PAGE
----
/// A Norwegian National Tragedy That Unfolded on the Web

July 22, 2011  |  All Things Digital

What’s being described as the most violent day in Norway since the Second World War unfolded today for so many via social media. Having seen early reports concerning an afternoon bombing attack outside government offices in Oslo, I sought out news outlets such as local broadcaster NRK to see if any live footage was coming from the scene. There was, and though I don’t speak a word of Norwegian, I was able to piece together a narrative showing Norway suffering through its own 9/11 moment. There were even very early reports that some Muslim men who had been under surveillance had been arrested in connection with the blast. The video below was taken in the immediate aftermath of the blast. Prime Minister Jens Stoltenberg, unhurt in the bombing, was at one point said to be at an undisclosed location. If his name sounds familiar it’s because he was the Prime Minister who last year was stranded in New York by the erupting Icelandic volcano, and took to governing his country using an iPad . Security around the royal family was boosted. Government officials appealed to local residents via Twitter to refrain from using wireless phone networks so as not to overwhelm them. With several people trapped in damaged buildings, locals in the area were also asked to unlock their Wi-Fi routers to allow those trapped to communicate and bypass the cellular networks. But it was on the site of another Norwegian broadcaster, TV2 , that I saw the first early reports of a shooting on the island of Utøya. The headlines, many relayed by people in the country on Twitter, quickly worsened. The story that emerged from Utøya was doubly disturbing. A man dressed as a police officer arrived on the island armed with an automatic rifle, gathered together young people attending a political event taking place on the island, ostensibly to tell them about the bombing in the city. Instead he opened fire. People scattered. Some headed for the water to try and escape by swimming to the mainland. Others tried to hide and some used their phones to send Twitter and text messages calling for help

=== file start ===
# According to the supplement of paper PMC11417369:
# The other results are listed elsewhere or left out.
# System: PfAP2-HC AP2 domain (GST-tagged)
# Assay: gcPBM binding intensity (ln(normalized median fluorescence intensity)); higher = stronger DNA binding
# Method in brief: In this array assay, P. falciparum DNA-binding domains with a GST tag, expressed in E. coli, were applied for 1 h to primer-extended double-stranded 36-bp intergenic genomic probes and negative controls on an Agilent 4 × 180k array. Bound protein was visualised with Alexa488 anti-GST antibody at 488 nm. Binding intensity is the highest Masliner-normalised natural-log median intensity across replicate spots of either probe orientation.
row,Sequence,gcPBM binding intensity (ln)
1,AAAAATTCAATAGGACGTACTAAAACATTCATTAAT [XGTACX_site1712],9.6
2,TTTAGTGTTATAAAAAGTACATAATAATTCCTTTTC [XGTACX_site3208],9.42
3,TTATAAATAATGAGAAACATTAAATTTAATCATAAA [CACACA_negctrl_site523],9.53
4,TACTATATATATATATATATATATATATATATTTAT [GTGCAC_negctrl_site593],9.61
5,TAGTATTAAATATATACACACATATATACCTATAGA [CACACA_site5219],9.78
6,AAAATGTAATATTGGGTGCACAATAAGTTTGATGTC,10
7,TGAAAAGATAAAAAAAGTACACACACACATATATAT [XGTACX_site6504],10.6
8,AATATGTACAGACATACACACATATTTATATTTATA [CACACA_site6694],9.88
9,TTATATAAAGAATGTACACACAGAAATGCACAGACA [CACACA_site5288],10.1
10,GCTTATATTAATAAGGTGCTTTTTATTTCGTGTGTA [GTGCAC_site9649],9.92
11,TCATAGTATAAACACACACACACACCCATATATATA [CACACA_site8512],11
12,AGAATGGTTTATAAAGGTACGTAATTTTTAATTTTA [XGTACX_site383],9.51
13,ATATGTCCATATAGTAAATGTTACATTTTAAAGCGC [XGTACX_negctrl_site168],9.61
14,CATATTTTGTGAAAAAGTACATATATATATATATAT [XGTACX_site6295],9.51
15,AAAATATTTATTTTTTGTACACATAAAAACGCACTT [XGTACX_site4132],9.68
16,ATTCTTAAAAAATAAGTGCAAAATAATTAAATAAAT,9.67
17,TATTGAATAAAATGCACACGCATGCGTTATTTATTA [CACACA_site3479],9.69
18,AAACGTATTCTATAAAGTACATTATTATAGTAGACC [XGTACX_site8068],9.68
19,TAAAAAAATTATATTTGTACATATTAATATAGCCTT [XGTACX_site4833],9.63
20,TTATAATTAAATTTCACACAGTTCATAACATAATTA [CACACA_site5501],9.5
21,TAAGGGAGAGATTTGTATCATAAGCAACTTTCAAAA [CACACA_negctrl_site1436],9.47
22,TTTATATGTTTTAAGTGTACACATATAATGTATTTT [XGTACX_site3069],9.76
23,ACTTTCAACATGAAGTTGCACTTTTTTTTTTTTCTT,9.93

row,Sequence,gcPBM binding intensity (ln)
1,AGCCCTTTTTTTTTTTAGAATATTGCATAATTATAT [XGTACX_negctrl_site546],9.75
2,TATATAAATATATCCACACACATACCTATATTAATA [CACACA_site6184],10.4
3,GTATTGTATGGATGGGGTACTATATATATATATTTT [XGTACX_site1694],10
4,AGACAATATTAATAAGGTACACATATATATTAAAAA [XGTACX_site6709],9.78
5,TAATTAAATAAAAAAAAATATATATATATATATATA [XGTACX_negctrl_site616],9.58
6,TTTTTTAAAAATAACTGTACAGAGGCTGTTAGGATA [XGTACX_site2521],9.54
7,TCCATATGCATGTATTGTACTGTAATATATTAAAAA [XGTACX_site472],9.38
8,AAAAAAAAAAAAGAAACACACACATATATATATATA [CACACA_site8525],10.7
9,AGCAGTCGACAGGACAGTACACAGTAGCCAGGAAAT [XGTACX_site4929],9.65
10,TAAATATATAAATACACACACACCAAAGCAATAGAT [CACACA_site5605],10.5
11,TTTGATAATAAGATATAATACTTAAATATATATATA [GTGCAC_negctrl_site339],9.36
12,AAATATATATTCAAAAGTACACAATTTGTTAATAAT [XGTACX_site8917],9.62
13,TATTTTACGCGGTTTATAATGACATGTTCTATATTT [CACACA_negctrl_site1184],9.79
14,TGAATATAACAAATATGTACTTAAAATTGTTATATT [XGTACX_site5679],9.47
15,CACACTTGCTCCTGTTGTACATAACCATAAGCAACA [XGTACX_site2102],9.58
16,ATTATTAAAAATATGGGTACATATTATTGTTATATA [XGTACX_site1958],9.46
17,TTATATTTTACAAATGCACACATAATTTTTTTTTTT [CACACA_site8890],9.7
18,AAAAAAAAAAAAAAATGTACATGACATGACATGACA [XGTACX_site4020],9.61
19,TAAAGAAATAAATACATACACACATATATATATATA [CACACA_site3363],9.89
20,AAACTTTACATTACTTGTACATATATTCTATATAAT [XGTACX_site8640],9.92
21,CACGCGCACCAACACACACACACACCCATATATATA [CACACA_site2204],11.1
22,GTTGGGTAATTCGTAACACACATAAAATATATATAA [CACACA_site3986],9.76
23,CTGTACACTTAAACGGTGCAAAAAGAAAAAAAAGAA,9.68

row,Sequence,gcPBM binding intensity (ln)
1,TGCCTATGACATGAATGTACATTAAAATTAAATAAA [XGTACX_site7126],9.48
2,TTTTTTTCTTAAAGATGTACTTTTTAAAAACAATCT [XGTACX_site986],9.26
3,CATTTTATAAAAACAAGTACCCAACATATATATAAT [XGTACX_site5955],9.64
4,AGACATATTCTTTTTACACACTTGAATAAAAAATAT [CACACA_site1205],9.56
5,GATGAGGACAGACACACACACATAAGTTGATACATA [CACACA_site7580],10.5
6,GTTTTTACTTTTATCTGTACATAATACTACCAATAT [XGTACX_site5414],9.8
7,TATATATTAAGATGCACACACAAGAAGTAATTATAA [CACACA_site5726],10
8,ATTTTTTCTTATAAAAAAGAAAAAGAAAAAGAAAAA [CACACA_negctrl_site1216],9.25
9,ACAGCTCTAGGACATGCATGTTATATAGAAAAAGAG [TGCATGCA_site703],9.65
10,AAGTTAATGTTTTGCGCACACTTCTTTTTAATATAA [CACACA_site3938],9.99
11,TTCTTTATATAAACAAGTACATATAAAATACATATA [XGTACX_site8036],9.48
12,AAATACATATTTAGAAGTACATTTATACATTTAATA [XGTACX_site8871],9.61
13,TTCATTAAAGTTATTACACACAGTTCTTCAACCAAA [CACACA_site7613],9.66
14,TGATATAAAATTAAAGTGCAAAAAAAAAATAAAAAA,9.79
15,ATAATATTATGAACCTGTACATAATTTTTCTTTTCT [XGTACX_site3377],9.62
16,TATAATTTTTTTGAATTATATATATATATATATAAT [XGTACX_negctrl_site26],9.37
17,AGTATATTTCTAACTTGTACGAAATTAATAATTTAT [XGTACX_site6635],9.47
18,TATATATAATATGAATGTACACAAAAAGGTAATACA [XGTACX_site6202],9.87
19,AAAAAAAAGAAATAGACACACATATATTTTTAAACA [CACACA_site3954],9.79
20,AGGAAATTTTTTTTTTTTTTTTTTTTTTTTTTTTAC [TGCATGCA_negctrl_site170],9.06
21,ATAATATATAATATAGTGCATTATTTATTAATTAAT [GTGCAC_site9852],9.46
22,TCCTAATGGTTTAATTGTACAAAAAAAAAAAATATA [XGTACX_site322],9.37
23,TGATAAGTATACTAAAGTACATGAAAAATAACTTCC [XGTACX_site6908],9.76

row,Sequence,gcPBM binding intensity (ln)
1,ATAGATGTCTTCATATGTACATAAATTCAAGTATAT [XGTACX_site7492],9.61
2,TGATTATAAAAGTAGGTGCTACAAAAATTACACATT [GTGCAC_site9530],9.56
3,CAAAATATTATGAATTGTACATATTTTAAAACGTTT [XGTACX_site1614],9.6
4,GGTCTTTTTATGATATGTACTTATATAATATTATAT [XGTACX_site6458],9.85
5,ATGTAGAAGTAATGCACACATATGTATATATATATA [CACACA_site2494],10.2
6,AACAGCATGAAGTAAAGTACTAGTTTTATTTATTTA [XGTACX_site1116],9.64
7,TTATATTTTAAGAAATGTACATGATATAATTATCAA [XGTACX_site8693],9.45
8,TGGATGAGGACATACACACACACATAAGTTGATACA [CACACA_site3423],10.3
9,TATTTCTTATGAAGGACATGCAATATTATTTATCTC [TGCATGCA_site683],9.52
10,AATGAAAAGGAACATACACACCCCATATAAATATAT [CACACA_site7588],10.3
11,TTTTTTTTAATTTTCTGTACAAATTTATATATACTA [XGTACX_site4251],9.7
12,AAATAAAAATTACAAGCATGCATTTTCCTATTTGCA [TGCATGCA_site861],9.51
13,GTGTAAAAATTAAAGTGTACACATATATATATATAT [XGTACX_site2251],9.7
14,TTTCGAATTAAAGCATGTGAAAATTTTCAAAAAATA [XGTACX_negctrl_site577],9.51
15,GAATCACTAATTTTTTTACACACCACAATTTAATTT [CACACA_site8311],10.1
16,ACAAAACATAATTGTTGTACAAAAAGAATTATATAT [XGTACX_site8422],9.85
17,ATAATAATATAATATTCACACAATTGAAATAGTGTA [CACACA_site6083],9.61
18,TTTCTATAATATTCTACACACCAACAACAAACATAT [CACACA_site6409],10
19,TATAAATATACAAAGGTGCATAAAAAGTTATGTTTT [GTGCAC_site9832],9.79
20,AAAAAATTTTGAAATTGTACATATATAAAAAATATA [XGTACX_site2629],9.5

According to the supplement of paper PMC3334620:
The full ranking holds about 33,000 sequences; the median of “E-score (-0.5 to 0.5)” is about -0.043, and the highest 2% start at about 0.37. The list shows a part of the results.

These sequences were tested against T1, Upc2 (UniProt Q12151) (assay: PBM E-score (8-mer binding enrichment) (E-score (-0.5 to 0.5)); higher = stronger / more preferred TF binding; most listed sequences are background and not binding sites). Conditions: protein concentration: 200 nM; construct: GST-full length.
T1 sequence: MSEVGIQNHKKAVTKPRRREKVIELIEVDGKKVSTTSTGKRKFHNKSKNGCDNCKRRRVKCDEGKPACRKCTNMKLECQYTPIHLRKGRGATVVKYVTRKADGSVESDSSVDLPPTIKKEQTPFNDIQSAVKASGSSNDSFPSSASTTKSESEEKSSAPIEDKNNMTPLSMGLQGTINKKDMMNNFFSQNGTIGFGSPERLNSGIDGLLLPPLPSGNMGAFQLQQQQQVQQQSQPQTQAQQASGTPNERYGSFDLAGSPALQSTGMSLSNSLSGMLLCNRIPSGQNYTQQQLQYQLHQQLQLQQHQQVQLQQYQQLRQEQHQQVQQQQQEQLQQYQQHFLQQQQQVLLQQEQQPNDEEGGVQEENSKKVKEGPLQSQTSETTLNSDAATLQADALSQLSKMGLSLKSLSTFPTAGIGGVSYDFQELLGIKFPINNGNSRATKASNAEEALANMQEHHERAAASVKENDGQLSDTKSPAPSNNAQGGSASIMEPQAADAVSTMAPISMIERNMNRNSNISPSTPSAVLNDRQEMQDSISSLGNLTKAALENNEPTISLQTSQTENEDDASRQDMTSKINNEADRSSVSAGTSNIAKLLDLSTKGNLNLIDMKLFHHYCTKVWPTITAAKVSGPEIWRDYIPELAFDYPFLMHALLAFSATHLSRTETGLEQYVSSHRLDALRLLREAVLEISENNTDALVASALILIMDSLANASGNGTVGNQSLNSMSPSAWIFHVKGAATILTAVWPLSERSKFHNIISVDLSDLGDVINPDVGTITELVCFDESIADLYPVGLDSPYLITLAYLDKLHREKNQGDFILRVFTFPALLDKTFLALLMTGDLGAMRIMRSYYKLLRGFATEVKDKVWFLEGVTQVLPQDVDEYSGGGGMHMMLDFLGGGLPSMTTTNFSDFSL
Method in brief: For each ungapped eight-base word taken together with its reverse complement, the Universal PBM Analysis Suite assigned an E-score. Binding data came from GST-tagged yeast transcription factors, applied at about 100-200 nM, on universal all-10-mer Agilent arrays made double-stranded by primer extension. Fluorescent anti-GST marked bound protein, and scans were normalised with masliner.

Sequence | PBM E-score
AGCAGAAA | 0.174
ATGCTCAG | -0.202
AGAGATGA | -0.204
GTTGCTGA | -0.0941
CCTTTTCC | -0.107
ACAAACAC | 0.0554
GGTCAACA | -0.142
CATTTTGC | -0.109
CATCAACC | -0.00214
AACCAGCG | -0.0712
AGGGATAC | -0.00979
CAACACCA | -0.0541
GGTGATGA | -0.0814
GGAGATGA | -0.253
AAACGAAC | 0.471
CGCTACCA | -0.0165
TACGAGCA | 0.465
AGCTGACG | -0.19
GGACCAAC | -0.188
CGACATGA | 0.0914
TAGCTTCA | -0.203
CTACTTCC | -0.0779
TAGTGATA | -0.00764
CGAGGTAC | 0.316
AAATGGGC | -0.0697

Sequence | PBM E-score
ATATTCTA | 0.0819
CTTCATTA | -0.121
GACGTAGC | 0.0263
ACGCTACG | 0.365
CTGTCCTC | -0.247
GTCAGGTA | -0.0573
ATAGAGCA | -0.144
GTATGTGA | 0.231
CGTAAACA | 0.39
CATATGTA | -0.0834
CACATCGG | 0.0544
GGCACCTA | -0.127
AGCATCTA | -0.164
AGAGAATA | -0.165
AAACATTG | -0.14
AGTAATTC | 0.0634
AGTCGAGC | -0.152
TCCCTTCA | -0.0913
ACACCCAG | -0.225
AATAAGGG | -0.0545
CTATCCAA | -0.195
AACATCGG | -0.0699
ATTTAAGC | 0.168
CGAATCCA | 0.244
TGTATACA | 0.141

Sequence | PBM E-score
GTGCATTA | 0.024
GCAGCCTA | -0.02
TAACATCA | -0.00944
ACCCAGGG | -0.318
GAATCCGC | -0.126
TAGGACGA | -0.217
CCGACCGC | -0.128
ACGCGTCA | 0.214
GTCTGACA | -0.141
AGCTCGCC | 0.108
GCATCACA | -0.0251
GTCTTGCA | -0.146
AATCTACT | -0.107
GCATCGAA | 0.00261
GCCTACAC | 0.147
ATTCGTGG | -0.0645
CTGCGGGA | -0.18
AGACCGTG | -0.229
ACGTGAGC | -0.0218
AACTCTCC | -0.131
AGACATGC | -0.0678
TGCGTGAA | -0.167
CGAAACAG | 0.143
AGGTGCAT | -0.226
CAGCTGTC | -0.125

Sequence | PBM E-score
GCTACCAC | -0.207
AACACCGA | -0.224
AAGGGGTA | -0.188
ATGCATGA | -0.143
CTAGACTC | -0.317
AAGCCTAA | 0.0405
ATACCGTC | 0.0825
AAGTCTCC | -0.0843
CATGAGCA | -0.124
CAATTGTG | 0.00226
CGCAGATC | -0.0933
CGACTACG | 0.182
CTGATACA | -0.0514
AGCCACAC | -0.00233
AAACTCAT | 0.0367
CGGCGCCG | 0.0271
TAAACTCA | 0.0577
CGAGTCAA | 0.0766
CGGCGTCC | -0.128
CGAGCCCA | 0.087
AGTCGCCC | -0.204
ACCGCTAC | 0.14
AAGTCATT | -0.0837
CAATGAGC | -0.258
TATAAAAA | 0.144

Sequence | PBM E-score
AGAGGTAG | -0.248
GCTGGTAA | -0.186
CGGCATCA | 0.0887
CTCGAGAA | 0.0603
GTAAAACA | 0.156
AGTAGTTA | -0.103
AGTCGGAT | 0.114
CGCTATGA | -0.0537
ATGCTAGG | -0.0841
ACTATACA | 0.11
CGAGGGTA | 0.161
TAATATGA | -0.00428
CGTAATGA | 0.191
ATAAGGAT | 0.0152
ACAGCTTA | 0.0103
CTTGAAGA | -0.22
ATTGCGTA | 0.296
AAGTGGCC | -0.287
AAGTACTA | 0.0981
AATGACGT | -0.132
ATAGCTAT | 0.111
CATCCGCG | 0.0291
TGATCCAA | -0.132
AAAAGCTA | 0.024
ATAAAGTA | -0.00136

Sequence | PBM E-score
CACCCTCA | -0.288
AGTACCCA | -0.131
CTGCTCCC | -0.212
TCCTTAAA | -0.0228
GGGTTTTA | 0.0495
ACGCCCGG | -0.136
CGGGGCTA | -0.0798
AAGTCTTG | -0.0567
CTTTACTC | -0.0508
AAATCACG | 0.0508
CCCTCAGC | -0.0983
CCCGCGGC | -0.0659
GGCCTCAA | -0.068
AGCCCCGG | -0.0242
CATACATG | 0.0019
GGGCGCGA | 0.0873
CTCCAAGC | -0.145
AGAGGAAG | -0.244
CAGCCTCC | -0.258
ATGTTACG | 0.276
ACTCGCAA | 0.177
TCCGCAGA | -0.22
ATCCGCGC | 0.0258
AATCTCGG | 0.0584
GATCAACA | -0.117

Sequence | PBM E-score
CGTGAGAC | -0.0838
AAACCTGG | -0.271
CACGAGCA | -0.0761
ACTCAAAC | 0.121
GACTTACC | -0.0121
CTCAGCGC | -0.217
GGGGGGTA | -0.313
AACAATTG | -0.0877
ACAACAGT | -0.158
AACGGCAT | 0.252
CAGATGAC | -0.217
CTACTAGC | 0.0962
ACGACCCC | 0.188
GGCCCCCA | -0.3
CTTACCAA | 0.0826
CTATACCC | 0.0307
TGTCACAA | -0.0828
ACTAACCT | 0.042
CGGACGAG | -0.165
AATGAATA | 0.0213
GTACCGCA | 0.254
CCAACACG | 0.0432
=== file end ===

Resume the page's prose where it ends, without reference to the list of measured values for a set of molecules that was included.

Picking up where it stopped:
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A Norwegian National Tragedy That Unfolded on the Web

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